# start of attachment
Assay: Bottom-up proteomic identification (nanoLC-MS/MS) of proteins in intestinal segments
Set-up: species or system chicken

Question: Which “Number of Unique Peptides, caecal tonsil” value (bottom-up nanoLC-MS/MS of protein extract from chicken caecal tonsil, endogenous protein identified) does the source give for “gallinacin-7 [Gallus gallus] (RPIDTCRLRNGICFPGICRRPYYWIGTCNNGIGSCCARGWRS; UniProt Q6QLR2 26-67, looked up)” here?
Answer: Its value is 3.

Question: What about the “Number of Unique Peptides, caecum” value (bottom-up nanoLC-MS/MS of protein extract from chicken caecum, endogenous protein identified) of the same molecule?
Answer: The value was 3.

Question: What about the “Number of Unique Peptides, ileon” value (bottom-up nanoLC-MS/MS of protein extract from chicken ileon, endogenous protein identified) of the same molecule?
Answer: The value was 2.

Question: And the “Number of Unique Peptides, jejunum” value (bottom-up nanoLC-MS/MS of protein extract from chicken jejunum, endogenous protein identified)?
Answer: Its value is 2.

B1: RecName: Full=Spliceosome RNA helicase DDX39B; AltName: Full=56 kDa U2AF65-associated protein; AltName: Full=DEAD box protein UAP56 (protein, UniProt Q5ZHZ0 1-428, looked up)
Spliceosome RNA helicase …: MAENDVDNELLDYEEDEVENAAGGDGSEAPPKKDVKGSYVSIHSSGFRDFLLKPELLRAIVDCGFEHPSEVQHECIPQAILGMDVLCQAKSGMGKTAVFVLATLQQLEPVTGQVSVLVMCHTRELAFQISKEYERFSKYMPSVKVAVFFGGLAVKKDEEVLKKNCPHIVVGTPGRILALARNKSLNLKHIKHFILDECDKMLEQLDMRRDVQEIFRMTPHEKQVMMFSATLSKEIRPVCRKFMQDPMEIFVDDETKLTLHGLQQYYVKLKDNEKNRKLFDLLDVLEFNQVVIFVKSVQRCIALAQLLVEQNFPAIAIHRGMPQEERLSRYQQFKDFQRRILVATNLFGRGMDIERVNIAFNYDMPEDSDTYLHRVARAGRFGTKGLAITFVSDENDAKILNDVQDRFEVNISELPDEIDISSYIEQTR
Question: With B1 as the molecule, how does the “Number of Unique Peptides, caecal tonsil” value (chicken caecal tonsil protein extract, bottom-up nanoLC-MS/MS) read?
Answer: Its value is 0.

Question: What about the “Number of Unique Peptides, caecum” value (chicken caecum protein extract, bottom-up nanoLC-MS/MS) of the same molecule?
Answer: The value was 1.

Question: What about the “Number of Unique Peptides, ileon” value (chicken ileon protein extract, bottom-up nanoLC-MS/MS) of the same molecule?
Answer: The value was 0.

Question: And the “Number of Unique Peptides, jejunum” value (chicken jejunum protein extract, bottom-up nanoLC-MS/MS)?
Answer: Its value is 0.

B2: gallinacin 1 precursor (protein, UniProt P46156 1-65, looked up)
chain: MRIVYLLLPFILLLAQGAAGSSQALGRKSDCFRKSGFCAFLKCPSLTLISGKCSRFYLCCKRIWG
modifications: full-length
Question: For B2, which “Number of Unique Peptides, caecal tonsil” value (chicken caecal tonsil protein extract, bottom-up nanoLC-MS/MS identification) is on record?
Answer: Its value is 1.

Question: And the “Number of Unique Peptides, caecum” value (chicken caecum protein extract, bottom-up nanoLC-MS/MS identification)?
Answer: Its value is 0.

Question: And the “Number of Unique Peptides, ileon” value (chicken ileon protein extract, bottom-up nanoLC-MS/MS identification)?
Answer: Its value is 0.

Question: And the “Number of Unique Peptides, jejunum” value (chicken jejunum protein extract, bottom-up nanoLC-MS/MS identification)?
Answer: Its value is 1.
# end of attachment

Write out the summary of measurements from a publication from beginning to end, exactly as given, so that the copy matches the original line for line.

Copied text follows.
Assay: Bottom-up proteomic identification (nanoLC-MS/MS) of proteins in intestinal segments
Set-up: species or system chicken

Question: Which “Number of Unique Peptides, caecal tonsil” value (bottom-up nanoLC-MS/MS of protein extract from chicken caecal tonsil, endogenous protein identified) does the source give for “gallinacin-7 [Gallus gallus] (RPIDTCRLRNGICFPGICRRPYYWIGTCNNGIGSCCARGWRS; UniProt Q6QLR2 26-67, looked up)” here?
Answer: Its value is 3.

Question: What about the “Number of Unique Peptides, caecum” value (bottom-up nanoLC-MS/MS of protein extract from chicken caecum, endogenous protein identified) of the same molecule?
Answer: The value was 3.

Question: What about the “Number of Unique Peptides, ileon” value (bottom-up nanoLC-MS/MS of protein extract from chicken ileon, endogenous protein identified) of the same molecule?
Answer: The value was 2.

Question: And the “Number of Unique Peptides, jejunum” value (bottom-up nanoLC-MS/MS of protein extract from chicken jejunum, endogenous protein identified)?
Answer: Its value is 2.

B1: RecName: Full=Spliceosome RNA helicase DDX39B; AltName: Full=56 kDa U2AF65-associated protein; AltName: Full=DEAD box protein UAP56 (protein, UniProt Q5ZHZ0 1-428, looked up)
Spliceosome RNA helicase …: MAENDVDNELLDYEEDEVENAAGGDGSEAPPKKDVKGSYVSIHSSGFRDFLLKPELLRAIVDCGFEHPSEVQHECIPQAILGMDVLCQAKSGMGKTAVFVLATLQQLEPVTGQVSVLVMCHTRELAFQISKEYERFSKYMPSVKVAVFFGGLAVKKDEEVLKKNCPHIVVGTPGRILALARNKSLNLKHIKHFILDECDKMLEQLDMRRDVQEIFRMTPHEKQVMMFSATLSKEIRPVCRKFMQDPMEIFVDDETKLTLHGLQQYYVKLKDNEKNRKLFDLLDVLEFNQVVIFVKSVQRCIALAQLLVEQNFPAIAIHRGMPQEERLSRYQQFKDFQRRILVATNLFGRGMDIERVNIAFNYDMPEDSDTYLHRVARAGRFGTKGLAITFVSDENDAKILNDVQDRFEVNISELPDEIDISSYIEQTR
Question: With B1 as the molecule, how does the “Number of Unique Peptides, caecal tonsil” value (chicken caecal tonsil protein extract, bottom-up nanoLC-MS/MS) read?
Answer: Its value is 0.

Question: What about the “Number of Unique Peptides, caecum” value (chicken caecum protein extract, bottom-up nanoLC-MS/MS) of the same molecule?
Answer: The value was 1.

Question: What about the “Number of Unique Peptides, ileon” value (chicken ileon protein extract, bottom-up nanoLC-MS/MS) of the same molecule?
Answer: The value was 0.

Question: And the “Number of Unique Peptides, jejunum” value (chicken jejunum protein extract, bottom-up nanoLC-MS/MS)?
Answer: Its value is 0.

B2: gallinacin 1 precursor (protein, UniProt P46156 1-65, looked up)
chain: MRIVYLLLPFILLLAQGAAGSSQALGRKSDCFRKSGFCAFLKCPSLTLISGKCSRFYLCCKRIWG
modifications: full-length
Question: For B2, which “Number of Unique Peptides, caecal tonsil” value (chicken caecal tonsil protein extract, bottom-up nanoLC-MS/MS identification) is on record?
Answer: Its value is 1.

Question: And the “Number of Unique Peptides, caecum” value (chicken caecum protein extract, bottom-up nanoLC-MS/MS identification)?
Answer: Its value is 0.

Question: And the “Number of Unique Peptides, ileon” value (chicken ileon protein extract, bottom-up nanoLC-MS/MS identification)?
Answer: Its value is 0.

Question: And the “Number of Unique Peptides, jejunum” value (chicken jejunum protein extract, bottom-up nanoLC-MS/MS identification)?
Answer: Its value is 1.